The stark simplicity of the dialogues, the well-etched characters, the intriguing plot, the captivating music, the cinematography, but most of all the brilliant twist at the end makes Director Balaji K Kumar’s Vidiyum Munn a must watch, says S Saraswathi
Artist, photographer, visual designer, writer, director and producer, Balaji K Kumar is a man of many talents. This Chennai-born, Los Angeles based filmmaker is already a name to reckon with in Hollywood. His Twelve twisted tricks won him the Golden trailer award in 2002; while his film 9 lives of Mara, a cult classic,received a tremendous response and went on to receive a host of awards.
Balaji makes his debut in Tamil cinema with Vidiyum Munn starring Pooja Umashankar and child artist, Malavika Manikuttan.
Vidiyum Munn is a suspense thriller that revolves around a sex worker who puts her life in danger to protect an innocent 12-year-old from the clutches of pimps and prostitution.
Rekha (Pooja Umashankar), a professional sex worker, is brainwashed by her pimp Singaram (Amarendran), into getting hold of a 12-year-old to service a high-end client. Though reluctant at first, she is lured by the money and the prospects of a better life.
But even as she escorts an unsuspecting Nandhini (Malavika Manikuttan) to the client, she is filled with guilt. Her conscience troubles her so much that she decides to save the girl and escapes from the city with her, but not before something goes terribly wrong.
Now a bunch of ruthless killers want to hunt them down. Who are these men and why are they chasing two hapless females is what forms the rest of the story.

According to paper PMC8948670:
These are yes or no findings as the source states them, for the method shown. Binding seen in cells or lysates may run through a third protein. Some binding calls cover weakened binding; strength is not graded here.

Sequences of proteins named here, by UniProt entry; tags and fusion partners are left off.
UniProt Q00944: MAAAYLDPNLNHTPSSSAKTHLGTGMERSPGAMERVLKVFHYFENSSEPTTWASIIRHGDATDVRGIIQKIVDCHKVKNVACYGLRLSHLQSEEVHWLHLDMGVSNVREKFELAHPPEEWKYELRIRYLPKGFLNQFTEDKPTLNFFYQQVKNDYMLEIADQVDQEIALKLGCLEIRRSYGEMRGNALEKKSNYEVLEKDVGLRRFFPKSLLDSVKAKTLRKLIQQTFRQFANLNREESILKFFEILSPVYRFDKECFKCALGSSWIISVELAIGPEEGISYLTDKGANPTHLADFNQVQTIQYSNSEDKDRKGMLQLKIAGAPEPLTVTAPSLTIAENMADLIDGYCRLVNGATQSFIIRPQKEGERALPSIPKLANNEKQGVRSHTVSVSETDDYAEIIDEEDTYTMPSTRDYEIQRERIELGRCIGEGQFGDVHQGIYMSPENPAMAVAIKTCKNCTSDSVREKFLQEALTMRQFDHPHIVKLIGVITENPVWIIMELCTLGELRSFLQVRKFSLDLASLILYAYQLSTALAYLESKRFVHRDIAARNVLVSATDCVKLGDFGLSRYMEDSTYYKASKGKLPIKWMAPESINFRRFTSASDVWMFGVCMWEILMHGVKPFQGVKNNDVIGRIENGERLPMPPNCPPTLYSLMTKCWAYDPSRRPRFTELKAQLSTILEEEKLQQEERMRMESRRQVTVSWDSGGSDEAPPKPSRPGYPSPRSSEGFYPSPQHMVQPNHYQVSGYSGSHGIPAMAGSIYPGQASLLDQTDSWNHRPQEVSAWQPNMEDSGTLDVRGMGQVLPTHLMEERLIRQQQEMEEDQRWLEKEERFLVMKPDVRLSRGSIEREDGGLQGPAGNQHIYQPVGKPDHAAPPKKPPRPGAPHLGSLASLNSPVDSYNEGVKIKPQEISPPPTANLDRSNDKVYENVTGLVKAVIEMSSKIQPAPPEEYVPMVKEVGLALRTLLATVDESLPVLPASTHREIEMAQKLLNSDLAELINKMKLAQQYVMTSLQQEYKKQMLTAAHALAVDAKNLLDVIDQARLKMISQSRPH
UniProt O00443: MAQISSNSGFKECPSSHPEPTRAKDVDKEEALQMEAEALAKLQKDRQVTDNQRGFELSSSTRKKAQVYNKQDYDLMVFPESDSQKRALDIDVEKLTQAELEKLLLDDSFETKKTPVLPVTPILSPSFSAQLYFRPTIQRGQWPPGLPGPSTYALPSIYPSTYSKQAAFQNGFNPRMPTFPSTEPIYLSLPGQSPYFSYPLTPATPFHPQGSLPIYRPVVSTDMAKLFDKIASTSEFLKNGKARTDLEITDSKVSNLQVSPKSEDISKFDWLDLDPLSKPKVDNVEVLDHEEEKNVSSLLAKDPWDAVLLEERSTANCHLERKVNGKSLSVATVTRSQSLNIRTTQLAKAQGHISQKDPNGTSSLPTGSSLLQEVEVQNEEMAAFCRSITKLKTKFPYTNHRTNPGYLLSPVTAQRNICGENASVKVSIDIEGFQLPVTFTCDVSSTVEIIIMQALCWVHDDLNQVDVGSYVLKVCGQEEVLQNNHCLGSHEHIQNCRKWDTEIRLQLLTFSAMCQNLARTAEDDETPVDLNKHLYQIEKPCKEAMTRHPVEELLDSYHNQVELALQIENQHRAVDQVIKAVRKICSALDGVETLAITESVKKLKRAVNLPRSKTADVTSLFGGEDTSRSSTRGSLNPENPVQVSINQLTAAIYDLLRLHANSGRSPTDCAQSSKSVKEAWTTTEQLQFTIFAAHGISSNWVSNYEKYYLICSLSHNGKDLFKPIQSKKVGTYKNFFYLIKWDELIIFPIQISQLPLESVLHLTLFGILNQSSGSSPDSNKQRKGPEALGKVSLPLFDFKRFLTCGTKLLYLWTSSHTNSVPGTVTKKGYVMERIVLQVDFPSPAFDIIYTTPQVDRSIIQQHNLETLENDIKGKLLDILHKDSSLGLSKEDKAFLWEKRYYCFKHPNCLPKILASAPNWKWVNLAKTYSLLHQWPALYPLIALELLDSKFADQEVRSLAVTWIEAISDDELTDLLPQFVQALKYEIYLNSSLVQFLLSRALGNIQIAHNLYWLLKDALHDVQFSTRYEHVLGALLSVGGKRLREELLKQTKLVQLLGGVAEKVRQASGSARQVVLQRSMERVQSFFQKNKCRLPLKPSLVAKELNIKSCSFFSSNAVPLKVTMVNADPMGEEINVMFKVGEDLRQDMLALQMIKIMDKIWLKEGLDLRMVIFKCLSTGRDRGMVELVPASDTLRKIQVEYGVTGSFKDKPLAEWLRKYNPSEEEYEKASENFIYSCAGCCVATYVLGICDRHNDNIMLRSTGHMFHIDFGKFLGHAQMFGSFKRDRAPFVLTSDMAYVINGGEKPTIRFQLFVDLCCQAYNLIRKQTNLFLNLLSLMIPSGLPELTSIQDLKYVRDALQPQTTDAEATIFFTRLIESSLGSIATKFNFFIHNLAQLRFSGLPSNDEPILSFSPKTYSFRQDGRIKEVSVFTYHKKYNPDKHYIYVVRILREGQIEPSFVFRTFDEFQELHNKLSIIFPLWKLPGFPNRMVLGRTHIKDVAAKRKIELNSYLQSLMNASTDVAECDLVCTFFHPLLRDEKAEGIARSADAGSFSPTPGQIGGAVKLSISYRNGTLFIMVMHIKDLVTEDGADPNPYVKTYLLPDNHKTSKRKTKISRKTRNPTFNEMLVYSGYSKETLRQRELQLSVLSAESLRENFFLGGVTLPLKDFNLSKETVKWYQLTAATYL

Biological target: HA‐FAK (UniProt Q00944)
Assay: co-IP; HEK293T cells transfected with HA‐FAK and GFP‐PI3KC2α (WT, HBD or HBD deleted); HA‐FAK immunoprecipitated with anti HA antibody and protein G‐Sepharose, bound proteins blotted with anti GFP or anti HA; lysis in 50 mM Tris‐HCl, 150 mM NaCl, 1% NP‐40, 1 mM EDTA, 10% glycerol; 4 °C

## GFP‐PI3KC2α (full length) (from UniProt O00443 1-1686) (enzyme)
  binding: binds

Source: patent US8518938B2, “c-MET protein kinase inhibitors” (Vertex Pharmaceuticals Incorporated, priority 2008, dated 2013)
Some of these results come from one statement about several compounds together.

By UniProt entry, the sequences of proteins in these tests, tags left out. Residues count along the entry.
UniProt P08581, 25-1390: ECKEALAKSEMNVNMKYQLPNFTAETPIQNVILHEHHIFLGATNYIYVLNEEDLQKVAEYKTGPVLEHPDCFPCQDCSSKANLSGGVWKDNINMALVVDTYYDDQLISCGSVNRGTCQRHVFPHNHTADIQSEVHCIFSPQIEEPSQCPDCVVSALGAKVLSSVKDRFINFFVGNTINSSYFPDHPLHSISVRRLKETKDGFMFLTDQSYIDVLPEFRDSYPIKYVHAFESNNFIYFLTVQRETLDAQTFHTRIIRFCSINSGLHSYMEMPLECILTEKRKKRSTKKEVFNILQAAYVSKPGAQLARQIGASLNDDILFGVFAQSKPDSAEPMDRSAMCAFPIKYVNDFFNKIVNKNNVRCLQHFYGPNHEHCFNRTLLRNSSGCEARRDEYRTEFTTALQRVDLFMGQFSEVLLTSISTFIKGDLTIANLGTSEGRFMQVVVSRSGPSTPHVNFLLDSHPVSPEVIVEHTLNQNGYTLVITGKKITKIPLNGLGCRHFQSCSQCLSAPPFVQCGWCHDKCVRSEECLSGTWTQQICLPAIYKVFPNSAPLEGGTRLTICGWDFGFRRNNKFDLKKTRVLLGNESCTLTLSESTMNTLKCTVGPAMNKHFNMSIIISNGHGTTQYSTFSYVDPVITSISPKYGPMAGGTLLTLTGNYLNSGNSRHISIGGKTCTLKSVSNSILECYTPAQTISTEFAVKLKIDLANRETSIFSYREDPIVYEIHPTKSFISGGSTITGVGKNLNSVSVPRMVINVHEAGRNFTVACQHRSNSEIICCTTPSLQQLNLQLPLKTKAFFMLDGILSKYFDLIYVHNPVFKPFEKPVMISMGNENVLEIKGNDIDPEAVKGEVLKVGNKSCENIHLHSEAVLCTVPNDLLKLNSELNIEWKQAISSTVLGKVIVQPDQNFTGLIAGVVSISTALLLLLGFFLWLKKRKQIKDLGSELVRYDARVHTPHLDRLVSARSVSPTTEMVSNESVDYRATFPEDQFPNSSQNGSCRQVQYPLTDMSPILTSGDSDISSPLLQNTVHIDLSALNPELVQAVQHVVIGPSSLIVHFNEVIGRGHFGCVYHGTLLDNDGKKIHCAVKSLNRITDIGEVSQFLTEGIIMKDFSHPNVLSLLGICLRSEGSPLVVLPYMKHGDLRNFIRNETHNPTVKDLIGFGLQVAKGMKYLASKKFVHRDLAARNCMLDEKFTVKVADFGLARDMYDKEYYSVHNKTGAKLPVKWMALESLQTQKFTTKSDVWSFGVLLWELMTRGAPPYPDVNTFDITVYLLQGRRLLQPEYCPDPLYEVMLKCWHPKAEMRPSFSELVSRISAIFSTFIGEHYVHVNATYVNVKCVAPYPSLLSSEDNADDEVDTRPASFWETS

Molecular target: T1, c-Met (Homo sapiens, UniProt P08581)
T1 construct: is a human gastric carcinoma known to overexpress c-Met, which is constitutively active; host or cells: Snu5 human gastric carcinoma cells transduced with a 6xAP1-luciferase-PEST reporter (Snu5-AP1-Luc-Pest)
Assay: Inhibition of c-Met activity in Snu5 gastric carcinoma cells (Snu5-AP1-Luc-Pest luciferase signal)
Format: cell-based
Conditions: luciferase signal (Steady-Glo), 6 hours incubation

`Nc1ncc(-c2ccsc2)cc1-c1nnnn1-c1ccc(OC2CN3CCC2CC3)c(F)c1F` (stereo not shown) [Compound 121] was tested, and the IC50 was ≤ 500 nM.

Pooja, who was last seen as a blind beggar in Bala's Naan Kadavul makes her comeback in Tamil cinema after a four-year hiatus. She once again proves her versatility by her realistic portrayal of a seasoned sex worker who is resigned to her fate.
But it is young Malavika Manikuttan, who steals the show. Her character is quite complex, requiring her to be bold, street-smart and defiant, while at the same time appearing vulnerable and innocent too.
There are no dramatic flashback scenes to explain how Pooja and Malavika Manikuttan are caught in this dangerous web, but their quiet acceptance of the most horrifying events perhaps reveals even much more.
Vinoth Kishan, as Chinnaiah, one of the villains, appears absolutely terrifying with his compelling eyes and just a handful of monosyllabic dialogues. Then there is Mani (Muthukumar), Devanayagi (Lakshmi Ramakrishnan) and John Vijay as Lankan, every one fits into their role perfectly and the results are impressive.
Music by Girishh Gopalakrishnan is sensational; it helps create the atmosphere heightening every emotion, and maintaining the suspense and thrill. Cinematographer Sivakumar Vijayan, a debutant, has shot most of the scenes at night in dimly lit locations that intensify the story and provide the right ambience.
The only minus would be the length and the lack of pace, despite of the deadline of 24 hours, you don’t feel the clock ticking, the sense of urgency is missing. But that takes nothing away from the anticipation and thrill you feel as each scene slowly unfolds itself.
Director Balaji undoubtedly is at the top of his game, narrating a tale filled with emotions; greed, lust, fear and desperation set in the backdrop of a cruel and aggressive world, where people only look out for themselves, it is either kill or be destroyed yourself.
The stark simplicity of the dialogues, the well-etched characters, the intriguing plot, the captivating music, the cinematography, but most of all the brilliant twist at the end makes Director Balaji K Kumar’s Vidiyum Munn a must watch.